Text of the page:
Praised for their “superb capacity to find the inner heart of everything they play, regardless of era, style or technical demand” (The International Review of Music), the Tesla Quartet brings refinement and prowess to both new and established repertoire. Dubbed “technically superb” by The Strad, the Tesla Quartet recently took Second Prize as well as the Haydn Prize and Canadian Commission Prize at the 12th Banff International String Quartet Competition. The quartet has also garnered top prizes at numerous other international competitions, including the Gold Medal at the 2012 Fischoff National Chamber Music Competition, Third Prize and the Best Interpretation of the Commissioned Work at the 6th International Joseph Haydn Chamber Music Competition in Vienna, and Third Prize at the 2012 London International String Quartet Competition. The London Evening Standard called their rendition of the Debussy Quartet “a subtly coloured performance that balanced confidently between intimacy and extraversion.”

The quartet performs regularly across North America, with recent international appearances in Austria, Canada, China, Germany, Hungary, South Korea and the United Kingdom. Notable festival appearances include the 10th Joseph Haydn String Quartet Festival at the Esterházy Palace in Fertőd, Hungary, the Mecklenburg-Vorpommern Festival, and the Swannanoa Chamber Music Festival. 2018/2019 season highlights include performances at Stanford University’s Bing Concert Hall as winners of the prestigious John Lad Prize, a return to London’s Wigmore Hall, and their debuts at the New York’s Lincoln Center and the Banff Centre International String Quartet Festival. Having served as the Marjorie Young Bell String Quartet-in-Residence at Mount Allison University in New Brunswick, Canada, from 2016-2017, the Tesla Quartet also holds a community residency in Hickory, North Carolina that includes performances and workshops at local colleges, universities, and in the public school system, as well as a dedicated chamber music series.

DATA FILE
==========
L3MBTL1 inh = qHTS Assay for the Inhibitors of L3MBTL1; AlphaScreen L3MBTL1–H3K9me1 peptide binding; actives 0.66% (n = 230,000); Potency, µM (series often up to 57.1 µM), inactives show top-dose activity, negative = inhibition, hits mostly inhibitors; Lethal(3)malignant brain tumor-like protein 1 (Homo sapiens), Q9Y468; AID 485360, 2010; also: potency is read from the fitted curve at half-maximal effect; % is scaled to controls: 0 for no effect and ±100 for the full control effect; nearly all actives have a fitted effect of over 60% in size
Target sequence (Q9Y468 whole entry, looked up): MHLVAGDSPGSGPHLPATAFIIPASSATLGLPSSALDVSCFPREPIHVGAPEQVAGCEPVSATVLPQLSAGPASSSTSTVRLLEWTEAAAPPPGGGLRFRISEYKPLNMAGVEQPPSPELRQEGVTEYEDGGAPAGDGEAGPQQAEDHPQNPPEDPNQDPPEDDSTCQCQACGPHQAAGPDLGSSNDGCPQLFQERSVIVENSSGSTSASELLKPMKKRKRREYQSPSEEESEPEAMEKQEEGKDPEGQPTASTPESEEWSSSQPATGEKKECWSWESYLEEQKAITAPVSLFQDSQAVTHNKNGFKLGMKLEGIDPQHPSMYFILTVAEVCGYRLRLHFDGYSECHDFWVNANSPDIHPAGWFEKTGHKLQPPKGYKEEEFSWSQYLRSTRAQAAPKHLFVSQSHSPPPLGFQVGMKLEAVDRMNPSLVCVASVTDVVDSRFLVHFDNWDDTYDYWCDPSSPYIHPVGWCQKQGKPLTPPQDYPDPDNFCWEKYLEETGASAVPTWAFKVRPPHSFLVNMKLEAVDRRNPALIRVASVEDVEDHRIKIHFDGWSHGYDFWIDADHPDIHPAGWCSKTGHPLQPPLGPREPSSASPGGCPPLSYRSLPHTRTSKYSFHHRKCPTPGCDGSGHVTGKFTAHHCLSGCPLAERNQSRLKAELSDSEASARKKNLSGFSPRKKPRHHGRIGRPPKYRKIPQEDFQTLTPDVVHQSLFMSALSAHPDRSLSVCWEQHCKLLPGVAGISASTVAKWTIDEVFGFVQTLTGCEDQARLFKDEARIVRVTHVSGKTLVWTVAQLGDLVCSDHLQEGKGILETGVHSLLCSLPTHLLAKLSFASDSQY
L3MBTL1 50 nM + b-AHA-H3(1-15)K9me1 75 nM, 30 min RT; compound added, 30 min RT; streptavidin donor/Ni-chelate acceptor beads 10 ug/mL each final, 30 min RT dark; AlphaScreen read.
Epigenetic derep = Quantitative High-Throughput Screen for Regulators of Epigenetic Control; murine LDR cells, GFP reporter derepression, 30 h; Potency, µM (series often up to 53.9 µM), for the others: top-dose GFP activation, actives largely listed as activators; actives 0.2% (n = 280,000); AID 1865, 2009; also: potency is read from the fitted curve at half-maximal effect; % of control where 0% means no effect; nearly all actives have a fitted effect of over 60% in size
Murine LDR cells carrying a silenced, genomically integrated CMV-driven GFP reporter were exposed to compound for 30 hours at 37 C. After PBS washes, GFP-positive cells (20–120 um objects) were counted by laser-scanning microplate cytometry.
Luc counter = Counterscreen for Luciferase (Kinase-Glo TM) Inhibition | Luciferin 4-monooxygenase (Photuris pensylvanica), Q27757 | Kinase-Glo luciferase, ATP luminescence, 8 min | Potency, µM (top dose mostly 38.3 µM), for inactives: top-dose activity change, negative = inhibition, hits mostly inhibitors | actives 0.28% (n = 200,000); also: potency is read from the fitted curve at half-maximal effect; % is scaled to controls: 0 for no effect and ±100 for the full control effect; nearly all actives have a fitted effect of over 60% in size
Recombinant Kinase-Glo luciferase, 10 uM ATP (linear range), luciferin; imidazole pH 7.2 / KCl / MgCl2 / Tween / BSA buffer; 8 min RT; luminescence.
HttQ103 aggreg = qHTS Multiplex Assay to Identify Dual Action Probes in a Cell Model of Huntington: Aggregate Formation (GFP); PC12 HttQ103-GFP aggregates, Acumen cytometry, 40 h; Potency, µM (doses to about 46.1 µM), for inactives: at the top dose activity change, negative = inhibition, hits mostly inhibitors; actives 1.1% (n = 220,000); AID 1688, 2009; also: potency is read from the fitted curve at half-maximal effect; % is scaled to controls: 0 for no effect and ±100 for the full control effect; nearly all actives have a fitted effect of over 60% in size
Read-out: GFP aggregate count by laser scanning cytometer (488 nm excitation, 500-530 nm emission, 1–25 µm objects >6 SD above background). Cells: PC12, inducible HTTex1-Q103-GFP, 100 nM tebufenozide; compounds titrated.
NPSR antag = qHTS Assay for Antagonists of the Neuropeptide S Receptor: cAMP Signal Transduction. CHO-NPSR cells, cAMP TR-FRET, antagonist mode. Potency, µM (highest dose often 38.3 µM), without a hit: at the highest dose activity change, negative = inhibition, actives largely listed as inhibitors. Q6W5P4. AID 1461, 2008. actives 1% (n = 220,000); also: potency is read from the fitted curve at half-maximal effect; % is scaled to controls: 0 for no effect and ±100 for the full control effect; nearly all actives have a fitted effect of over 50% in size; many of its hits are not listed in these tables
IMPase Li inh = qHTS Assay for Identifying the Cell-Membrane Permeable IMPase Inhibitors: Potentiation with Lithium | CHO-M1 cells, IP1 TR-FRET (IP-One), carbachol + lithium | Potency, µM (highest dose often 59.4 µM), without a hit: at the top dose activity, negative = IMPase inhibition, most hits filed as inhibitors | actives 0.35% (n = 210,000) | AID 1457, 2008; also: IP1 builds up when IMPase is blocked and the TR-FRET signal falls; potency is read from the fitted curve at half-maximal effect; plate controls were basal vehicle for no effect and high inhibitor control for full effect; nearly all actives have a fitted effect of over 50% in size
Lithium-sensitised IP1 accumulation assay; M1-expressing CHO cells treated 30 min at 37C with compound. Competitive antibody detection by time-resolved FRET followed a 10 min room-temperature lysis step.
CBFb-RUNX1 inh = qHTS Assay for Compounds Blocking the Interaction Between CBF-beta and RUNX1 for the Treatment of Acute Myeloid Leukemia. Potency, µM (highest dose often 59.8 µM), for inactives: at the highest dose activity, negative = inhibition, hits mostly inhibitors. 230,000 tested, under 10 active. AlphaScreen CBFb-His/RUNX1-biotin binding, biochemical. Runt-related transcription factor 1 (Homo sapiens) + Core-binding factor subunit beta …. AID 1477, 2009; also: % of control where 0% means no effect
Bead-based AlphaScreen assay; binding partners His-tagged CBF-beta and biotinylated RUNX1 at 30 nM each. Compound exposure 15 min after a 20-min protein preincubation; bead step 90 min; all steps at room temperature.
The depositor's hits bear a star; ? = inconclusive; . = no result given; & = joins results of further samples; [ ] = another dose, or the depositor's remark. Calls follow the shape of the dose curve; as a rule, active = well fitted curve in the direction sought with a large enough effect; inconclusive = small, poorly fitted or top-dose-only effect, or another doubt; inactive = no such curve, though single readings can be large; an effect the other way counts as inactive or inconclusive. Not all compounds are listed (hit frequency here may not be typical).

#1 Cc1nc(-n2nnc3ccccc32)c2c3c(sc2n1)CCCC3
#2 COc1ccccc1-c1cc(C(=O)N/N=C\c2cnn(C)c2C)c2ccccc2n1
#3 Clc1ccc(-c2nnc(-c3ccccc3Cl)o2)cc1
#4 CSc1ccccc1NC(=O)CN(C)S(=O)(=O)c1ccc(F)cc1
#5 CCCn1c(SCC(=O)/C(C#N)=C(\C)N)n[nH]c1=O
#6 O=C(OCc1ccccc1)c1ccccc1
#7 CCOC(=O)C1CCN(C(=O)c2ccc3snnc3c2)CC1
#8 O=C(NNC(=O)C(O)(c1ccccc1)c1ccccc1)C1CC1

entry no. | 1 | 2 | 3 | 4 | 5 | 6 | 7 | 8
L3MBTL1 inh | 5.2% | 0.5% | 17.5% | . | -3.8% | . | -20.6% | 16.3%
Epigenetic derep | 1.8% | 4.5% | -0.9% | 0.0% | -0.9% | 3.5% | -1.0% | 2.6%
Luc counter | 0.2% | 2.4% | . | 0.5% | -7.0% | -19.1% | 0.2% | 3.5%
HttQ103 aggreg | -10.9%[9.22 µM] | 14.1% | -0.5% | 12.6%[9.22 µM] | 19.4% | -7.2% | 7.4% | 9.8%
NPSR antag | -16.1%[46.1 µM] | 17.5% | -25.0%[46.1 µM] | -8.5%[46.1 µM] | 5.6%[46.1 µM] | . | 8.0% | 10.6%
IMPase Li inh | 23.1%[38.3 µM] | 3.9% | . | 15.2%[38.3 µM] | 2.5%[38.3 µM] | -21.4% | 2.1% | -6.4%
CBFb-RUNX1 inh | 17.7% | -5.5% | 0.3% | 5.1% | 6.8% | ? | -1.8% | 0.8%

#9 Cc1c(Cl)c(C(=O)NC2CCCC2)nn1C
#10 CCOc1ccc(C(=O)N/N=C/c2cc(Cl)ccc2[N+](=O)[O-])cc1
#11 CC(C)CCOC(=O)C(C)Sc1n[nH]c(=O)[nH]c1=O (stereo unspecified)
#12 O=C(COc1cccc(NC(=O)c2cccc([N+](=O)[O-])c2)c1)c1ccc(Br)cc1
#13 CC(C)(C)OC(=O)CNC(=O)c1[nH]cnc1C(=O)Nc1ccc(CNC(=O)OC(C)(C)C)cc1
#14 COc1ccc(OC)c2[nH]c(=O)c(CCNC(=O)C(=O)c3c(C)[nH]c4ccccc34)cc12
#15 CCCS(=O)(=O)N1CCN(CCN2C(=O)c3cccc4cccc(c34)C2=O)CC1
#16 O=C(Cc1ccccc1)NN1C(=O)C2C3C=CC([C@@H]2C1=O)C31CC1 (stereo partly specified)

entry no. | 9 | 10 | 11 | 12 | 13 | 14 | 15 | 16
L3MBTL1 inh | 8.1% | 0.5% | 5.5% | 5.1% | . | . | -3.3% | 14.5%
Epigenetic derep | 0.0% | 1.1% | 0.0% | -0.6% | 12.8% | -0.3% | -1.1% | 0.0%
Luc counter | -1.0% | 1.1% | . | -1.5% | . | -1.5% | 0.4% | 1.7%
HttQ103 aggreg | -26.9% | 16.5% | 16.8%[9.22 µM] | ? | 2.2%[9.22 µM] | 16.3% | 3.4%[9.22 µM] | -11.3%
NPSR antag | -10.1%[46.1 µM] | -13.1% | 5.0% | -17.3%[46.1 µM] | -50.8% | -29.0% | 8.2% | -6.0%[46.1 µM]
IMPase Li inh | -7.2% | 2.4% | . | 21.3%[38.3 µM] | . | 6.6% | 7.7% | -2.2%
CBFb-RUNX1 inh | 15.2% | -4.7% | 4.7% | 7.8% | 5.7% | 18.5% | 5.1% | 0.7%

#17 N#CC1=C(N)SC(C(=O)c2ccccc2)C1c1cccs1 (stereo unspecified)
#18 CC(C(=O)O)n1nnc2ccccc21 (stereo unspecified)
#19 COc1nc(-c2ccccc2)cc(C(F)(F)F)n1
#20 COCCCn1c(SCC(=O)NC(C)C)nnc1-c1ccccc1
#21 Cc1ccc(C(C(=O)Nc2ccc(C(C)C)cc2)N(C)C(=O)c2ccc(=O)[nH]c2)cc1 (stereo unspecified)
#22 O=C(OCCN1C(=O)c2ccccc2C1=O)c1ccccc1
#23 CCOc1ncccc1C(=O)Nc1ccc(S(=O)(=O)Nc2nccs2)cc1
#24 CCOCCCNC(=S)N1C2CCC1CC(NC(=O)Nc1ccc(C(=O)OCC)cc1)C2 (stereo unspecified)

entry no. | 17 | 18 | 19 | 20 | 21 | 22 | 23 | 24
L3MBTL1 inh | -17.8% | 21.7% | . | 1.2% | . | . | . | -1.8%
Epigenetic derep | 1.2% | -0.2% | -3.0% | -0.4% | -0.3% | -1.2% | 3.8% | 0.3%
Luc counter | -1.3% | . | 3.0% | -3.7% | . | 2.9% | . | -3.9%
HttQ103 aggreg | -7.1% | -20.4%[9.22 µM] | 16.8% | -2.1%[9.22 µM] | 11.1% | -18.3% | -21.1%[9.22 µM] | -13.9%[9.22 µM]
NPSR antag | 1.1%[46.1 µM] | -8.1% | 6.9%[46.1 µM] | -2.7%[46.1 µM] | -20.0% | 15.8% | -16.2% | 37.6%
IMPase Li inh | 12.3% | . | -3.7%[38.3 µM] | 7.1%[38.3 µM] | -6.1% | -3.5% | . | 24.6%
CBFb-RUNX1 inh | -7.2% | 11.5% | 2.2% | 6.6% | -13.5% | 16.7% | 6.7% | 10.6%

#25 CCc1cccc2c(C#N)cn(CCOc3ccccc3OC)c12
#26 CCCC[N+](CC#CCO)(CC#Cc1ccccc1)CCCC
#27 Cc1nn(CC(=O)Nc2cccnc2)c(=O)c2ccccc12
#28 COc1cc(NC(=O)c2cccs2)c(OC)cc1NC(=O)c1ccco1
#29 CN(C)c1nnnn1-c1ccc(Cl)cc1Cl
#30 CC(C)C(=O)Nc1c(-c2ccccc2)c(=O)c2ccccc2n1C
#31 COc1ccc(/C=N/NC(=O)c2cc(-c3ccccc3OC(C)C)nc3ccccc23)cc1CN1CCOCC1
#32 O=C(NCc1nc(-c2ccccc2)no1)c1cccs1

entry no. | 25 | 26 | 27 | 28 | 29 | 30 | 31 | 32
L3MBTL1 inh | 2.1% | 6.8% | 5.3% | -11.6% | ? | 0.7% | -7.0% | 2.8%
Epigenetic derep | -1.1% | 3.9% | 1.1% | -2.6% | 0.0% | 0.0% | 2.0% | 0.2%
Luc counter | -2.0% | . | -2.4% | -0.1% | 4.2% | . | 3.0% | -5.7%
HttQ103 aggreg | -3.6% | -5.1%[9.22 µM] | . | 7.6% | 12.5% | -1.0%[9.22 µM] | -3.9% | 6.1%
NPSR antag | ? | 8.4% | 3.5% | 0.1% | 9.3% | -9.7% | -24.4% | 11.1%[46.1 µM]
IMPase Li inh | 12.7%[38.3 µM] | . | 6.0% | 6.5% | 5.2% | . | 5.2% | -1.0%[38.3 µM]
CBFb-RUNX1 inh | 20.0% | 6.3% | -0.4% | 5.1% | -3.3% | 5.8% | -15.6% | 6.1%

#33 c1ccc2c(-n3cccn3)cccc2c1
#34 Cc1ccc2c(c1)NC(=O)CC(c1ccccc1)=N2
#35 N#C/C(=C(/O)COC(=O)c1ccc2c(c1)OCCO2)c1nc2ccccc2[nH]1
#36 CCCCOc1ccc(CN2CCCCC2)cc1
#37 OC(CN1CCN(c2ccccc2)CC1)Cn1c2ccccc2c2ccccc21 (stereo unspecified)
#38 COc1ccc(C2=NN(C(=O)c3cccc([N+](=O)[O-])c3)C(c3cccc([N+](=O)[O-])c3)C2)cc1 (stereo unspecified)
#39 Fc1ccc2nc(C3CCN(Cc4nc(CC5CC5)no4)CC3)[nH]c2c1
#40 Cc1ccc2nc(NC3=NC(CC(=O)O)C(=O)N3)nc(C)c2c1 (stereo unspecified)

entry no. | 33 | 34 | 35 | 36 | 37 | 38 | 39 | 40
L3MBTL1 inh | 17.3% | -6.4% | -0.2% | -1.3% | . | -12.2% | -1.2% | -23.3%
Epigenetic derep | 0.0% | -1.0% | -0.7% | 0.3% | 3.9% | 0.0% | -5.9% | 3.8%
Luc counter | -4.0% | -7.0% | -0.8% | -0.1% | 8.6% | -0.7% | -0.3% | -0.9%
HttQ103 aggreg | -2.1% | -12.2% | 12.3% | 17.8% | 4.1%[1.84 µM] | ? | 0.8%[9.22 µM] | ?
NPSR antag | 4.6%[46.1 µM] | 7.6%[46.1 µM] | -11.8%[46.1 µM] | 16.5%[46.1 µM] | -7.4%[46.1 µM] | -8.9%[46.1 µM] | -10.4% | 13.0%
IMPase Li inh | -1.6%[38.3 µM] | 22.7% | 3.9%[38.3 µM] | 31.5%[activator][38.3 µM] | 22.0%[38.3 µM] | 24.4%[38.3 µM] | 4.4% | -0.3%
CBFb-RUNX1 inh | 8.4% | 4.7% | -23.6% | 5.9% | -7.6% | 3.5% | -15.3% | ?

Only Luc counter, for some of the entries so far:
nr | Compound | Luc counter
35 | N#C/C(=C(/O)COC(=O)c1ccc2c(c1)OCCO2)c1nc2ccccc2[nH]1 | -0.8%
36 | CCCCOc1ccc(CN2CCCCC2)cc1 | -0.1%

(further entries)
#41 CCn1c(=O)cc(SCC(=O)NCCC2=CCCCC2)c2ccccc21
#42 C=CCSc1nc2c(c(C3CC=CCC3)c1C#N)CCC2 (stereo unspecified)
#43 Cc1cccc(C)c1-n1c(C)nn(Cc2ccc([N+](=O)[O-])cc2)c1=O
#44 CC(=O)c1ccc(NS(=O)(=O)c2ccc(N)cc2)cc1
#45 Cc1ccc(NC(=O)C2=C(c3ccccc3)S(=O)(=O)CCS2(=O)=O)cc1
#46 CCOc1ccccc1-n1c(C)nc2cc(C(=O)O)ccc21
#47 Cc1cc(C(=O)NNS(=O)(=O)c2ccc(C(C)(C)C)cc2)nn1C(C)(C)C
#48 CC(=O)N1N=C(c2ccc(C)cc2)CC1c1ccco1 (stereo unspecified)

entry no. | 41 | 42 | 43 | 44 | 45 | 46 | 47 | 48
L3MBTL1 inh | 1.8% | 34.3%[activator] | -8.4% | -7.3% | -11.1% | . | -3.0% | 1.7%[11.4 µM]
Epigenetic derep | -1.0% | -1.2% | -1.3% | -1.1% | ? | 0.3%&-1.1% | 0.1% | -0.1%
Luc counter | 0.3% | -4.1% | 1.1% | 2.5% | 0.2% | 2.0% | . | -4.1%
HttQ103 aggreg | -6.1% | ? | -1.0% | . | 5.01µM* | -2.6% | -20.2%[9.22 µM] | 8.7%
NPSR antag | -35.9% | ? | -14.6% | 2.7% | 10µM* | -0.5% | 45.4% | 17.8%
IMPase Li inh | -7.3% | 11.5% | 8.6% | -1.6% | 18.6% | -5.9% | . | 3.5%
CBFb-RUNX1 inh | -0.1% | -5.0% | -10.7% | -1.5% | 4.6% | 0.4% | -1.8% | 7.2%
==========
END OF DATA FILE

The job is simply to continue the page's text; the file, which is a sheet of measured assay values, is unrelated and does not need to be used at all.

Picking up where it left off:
The Tesla Quartet was formed at The Juilliard School in 2008 and quickly established itself as one of the most promising young ensembles in New York, winning Second Prize at the J.C. Arriaga Chamber Music Competition only a few months after its inception. From 2009 to 2012 the quartet held a fellowship as the Graduate String Quartet-in-Residence at the University of Colorado-Boulder, where they studied with the world-renowned Takács Quartet. They have also held fellowships at the Norfolk Chamber Music Festival and the Aspen Music Festival’s Center for Advanced Quartet Studies. The Tesla Quartet is Ross Snyder (violin), Michelle Lie (violin), Edwin Kaplan (viola), and Serafim Smigelskiy (cello).



Timo Andres (b. 1985, Palo Alto, CA) is a composer and pianist who grew up in rural Connecticut and lives in Brooklyn, NY.  A Nonesuch Records artist, he has received wide acclaim for an album of orchestral works, Home Stretch, and for his debut album, Shy and Mighty